NYU chosen pronoun policy could create confusing guessing game

  • NYU's new pronoun policy allows students to simultaneously choose non-traditional pronouns but "opt out" of sharing them with professors.
  • The new policy could complicate classroom discussions for professors whose students use a number of different pronouns.

Students at New York University can now request that their professors avoid referring to them by their pronouns in the classroom. 

Albert, the portal for NYU members, is now equipped with a tool that allows students to list their desired pronouns, name pronunciations, or choose to not list them at all. The NYU website for Pronouns and Name Pronunciation offers tutorials and videos for how to complete filling in the pronoun information. 

"We can no longer assume what pronoun(s) students want to use when referring to themselves."   

Class rosters will be updated every night so that professors never pronounce a student’s name incorrectly or call them by the wrong pronoun.  Or, if a student prefers, they can request that their professors never use pronouns when referring to them in class. 

"Select your pronouns and decide whether or not you want them used in the classroom," the website announcing the new feature states. 

Because students no longer only use his/her pronouns according to their biological sex, the new policy could complicate classroom discussions, unless professors use a student's given name each and every time they refer to a particular student. 

[RELATED: UC-Davis lists ‘yo’ and ‘xie’ as gender-neutral pronouns]

“Misgendering is incorrectly referring to a person’s gender by assuming their gender identity," the website states. "Often this is done by using the wrong pronouns for a person. Misgendering someone can be done intentionally or unintentionally, and it can have a long-lasting harmful impact."

A university-wide email statement obtained by Campus Reform informed students of their newfound pronoun option.

The email explained to students they also have the option to have their pronouns only viewed by administrators and advisors if they are uncomfortable with their professors knowing their preferred option. The school declined to comment when asked what professors are to do in the event a student chooses to opt-out of having their pronouns listed publicly. 

"You can also opt-out of having your pronouns viewed by your instructors, in case you are only comfortable sharing your pronouns with administrators and advisors," the university explained, before acknowledging that the need for the policy in the first place was because "we can no longer assume what pronoun(s) students want to use when referring to themselves," and a "need to support faculty and staff in their efforts to pronounce students' names correctly."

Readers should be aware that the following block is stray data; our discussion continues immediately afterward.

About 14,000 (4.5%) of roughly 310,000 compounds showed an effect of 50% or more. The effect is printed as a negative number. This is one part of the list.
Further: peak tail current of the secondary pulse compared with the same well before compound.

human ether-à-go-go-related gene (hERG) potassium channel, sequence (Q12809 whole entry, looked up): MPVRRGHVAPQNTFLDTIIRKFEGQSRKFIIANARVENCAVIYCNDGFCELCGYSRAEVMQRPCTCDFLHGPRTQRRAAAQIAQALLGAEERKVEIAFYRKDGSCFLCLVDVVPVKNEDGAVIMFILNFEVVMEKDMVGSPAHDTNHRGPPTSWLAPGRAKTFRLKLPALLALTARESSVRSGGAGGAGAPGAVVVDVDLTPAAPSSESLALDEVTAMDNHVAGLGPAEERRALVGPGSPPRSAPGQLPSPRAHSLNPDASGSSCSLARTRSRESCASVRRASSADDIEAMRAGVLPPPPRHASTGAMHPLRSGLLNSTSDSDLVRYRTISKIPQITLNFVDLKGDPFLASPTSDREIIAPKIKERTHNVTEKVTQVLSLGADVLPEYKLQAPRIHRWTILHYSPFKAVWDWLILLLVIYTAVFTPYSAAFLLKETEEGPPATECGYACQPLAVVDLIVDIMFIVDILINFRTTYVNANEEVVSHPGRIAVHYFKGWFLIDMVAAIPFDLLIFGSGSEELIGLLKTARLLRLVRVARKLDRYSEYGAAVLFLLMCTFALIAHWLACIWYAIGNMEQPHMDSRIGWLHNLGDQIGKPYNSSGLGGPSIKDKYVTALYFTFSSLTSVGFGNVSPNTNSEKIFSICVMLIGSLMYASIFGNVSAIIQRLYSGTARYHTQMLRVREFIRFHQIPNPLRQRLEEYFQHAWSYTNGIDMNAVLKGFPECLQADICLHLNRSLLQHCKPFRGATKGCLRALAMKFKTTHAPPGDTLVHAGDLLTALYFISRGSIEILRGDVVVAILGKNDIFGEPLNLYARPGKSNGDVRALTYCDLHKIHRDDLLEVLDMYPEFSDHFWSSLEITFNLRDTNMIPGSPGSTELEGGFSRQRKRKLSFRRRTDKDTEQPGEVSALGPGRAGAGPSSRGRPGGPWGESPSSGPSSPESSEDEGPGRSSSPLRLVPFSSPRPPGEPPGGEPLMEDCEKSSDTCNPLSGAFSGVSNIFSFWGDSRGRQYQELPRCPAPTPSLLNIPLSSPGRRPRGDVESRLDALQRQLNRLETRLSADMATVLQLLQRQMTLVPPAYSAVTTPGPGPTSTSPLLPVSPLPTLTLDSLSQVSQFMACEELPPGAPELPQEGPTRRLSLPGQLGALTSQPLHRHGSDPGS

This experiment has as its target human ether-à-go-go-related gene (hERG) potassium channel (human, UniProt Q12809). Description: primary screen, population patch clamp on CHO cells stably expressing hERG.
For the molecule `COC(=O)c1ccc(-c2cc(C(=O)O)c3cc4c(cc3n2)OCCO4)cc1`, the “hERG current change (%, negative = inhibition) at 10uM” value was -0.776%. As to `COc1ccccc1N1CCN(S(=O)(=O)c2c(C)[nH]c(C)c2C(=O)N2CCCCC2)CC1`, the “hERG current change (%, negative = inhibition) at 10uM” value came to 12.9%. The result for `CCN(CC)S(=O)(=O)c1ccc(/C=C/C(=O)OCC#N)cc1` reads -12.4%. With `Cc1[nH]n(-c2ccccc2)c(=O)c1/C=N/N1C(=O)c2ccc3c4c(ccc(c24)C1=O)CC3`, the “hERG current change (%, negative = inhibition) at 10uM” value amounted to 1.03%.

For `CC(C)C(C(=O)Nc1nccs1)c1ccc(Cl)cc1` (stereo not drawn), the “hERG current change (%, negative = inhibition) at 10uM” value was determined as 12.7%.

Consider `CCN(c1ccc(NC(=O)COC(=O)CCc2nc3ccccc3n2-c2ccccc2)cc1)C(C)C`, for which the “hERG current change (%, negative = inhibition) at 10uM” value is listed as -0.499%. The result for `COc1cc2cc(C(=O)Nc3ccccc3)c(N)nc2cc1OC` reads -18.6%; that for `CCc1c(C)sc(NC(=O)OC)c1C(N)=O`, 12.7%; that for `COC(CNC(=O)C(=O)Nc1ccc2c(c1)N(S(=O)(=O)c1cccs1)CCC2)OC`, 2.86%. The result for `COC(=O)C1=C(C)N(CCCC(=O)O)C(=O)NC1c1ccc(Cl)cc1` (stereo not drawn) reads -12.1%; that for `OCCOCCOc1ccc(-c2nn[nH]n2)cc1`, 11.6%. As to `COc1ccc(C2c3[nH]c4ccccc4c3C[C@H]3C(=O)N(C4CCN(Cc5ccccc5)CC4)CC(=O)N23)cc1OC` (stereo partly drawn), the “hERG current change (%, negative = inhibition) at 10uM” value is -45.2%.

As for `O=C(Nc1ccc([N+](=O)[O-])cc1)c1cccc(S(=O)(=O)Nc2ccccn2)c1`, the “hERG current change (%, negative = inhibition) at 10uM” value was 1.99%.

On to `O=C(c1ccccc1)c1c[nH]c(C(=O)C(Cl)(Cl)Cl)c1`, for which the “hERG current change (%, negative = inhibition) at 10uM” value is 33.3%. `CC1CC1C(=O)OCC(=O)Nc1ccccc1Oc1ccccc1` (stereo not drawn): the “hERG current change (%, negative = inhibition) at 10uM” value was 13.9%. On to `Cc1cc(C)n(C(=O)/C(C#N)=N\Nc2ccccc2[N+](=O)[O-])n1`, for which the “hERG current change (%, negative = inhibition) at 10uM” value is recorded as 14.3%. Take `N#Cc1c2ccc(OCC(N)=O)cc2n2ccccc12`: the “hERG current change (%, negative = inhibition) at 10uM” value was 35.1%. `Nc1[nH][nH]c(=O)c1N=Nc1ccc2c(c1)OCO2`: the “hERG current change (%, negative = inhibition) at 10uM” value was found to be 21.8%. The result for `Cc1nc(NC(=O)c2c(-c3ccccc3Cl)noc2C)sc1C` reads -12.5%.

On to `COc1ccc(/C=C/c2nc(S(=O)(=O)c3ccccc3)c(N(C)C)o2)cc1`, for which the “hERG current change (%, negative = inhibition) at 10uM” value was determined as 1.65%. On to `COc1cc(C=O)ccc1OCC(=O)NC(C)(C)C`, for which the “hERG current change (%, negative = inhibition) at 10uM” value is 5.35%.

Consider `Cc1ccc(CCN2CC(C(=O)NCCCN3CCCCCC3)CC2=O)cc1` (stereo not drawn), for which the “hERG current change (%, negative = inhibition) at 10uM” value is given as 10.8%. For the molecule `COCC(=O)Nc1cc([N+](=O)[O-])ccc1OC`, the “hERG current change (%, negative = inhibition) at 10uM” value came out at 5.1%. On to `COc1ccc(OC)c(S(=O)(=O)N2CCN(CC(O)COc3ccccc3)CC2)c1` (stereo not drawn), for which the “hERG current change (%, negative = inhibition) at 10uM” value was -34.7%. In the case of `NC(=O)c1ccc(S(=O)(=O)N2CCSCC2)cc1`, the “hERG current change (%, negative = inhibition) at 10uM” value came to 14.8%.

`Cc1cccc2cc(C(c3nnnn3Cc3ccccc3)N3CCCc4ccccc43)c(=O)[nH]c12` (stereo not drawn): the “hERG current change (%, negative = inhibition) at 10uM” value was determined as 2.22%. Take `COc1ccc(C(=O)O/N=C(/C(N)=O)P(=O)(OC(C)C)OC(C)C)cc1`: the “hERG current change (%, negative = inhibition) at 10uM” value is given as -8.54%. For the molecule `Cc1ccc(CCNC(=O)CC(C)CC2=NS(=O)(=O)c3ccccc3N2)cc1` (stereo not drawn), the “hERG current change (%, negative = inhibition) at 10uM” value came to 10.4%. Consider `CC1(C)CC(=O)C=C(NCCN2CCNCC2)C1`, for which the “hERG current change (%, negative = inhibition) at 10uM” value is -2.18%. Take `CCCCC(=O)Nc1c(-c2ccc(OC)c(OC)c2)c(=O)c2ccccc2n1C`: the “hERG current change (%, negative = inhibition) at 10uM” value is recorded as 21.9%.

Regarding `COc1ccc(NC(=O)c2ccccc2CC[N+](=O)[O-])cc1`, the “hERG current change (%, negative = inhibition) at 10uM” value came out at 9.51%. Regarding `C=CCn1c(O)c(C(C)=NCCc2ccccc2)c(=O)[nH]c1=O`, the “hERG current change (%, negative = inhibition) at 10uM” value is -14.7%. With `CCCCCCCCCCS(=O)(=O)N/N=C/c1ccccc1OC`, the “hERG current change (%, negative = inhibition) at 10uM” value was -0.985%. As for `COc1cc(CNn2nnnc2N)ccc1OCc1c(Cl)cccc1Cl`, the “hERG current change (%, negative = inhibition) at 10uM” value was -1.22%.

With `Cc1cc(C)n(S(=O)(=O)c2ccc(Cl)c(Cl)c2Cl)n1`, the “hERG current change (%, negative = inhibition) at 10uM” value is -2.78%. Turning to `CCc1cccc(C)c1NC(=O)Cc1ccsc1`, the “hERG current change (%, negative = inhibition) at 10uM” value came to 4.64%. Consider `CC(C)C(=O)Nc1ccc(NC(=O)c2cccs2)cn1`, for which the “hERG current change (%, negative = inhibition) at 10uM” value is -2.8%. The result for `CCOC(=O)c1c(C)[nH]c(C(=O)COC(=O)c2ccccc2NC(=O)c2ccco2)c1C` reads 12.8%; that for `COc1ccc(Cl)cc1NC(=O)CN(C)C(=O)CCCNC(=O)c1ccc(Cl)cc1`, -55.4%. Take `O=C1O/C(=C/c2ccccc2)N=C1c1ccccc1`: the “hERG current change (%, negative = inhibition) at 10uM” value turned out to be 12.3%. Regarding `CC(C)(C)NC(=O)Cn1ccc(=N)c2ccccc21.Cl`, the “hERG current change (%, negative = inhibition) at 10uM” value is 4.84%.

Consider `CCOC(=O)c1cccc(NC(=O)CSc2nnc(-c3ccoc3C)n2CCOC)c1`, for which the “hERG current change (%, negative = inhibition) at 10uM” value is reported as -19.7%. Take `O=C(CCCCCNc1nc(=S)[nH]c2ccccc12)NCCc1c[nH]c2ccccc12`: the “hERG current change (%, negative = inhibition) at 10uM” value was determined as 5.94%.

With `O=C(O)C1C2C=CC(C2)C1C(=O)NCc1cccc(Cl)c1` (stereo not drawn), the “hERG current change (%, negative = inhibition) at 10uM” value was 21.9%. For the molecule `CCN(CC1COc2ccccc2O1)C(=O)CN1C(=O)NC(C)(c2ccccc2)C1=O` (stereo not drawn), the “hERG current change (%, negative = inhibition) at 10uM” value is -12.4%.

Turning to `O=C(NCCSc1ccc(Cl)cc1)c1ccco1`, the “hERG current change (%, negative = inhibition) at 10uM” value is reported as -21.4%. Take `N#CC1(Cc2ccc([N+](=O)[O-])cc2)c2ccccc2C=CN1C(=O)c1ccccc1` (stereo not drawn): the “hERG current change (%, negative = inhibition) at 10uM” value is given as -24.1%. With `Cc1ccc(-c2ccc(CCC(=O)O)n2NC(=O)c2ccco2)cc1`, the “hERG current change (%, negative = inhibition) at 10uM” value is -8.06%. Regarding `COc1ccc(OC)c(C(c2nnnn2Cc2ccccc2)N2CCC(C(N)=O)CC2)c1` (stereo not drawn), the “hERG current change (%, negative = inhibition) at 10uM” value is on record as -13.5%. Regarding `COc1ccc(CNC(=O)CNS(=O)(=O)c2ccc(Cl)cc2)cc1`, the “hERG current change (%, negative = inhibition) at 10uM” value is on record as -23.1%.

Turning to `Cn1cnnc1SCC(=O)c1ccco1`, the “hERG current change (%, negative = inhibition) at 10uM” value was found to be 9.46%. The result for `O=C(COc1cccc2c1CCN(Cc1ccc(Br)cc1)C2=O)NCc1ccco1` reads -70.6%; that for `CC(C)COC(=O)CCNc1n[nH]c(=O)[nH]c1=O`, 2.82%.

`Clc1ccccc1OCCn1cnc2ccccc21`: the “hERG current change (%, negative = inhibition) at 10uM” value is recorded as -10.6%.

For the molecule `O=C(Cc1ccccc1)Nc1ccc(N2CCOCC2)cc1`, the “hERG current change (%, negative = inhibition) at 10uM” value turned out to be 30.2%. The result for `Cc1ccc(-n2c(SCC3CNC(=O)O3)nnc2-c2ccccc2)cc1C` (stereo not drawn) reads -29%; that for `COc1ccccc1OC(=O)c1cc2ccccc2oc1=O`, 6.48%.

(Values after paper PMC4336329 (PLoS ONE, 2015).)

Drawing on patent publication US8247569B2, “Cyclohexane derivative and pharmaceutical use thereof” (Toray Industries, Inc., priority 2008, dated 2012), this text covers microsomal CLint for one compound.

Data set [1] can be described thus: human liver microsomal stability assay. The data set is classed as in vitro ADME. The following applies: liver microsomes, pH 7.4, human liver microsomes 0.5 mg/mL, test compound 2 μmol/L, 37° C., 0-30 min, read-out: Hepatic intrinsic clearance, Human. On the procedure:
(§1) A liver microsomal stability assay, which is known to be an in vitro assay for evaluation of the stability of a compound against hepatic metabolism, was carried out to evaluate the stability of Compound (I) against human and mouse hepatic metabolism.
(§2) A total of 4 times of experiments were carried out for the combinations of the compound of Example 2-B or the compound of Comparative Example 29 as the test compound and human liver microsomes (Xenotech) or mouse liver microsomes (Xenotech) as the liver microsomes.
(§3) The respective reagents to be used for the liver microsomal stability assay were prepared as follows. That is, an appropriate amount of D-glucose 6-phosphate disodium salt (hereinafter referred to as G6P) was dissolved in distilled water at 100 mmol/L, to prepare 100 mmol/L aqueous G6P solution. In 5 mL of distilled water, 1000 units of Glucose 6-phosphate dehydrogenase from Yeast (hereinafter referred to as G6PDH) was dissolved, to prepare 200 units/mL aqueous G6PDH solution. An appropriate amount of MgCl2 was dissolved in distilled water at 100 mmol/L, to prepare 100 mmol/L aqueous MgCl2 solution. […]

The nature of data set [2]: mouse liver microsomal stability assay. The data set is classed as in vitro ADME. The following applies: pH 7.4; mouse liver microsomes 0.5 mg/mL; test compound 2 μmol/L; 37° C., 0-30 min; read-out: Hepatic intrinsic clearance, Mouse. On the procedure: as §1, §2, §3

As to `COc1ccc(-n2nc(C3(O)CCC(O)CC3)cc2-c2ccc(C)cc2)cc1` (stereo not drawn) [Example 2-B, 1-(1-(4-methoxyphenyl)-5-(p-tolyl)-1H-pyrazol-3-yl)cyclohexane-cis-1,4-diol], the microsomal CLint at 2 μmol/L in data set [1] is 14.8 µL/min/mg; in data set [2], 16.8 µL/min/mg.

The email finished by saying there is still much to do to improve the university. 

“We, as a community, have much work to do in a number of areas, and this is one action towards creating an even more inclusive NYU.”

[RELATED: Schools celebrate 'International Pronoun Day' with 'ze' buttons, advice on pronoun 'privilege']

NYU sophomore Liora Schlesinger says she believes the university is trying to keep students appeased but it will not have much of an impact.  

“I personally think it’s more of a token gesture- I’m not sure it will actually change anything,” Schlesinger told Campus Reform

Schlesinger says she believes the new option for students is a precautionary measure.

“It allows the school to give itself a pat on the back and cover its back in case anything happens,” Schlesinger said.

NYU has also created a page that lists all available pronouns students can choose from. The page explains the importance of using preferred pronouns so as not to misgender students and can be very harmful, they believe.

Follow the author of this article on Twitter: @BSlaughterReal



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Brittany Slaughter
Brittany Slaughter | Virginia Campus Correspondent

Brittany Slaughter is a Virginia Campus Respondent and reports on liberal bias and abuse for Campus Reform. She is a student at Liberty University studying Journalism with a minor in Criminal Justice. She has had work published in The Washington Examiner, reported for her University newspaper, and is published in the book She's Conservative: Stories of Trials and Triumphs on America's College Campuses. She is a member of Liberty University's College Republicans and serves as the Vice-Chairwoman and Communications director of her local Republican Committee.

11 Articles by Brittany Slaughter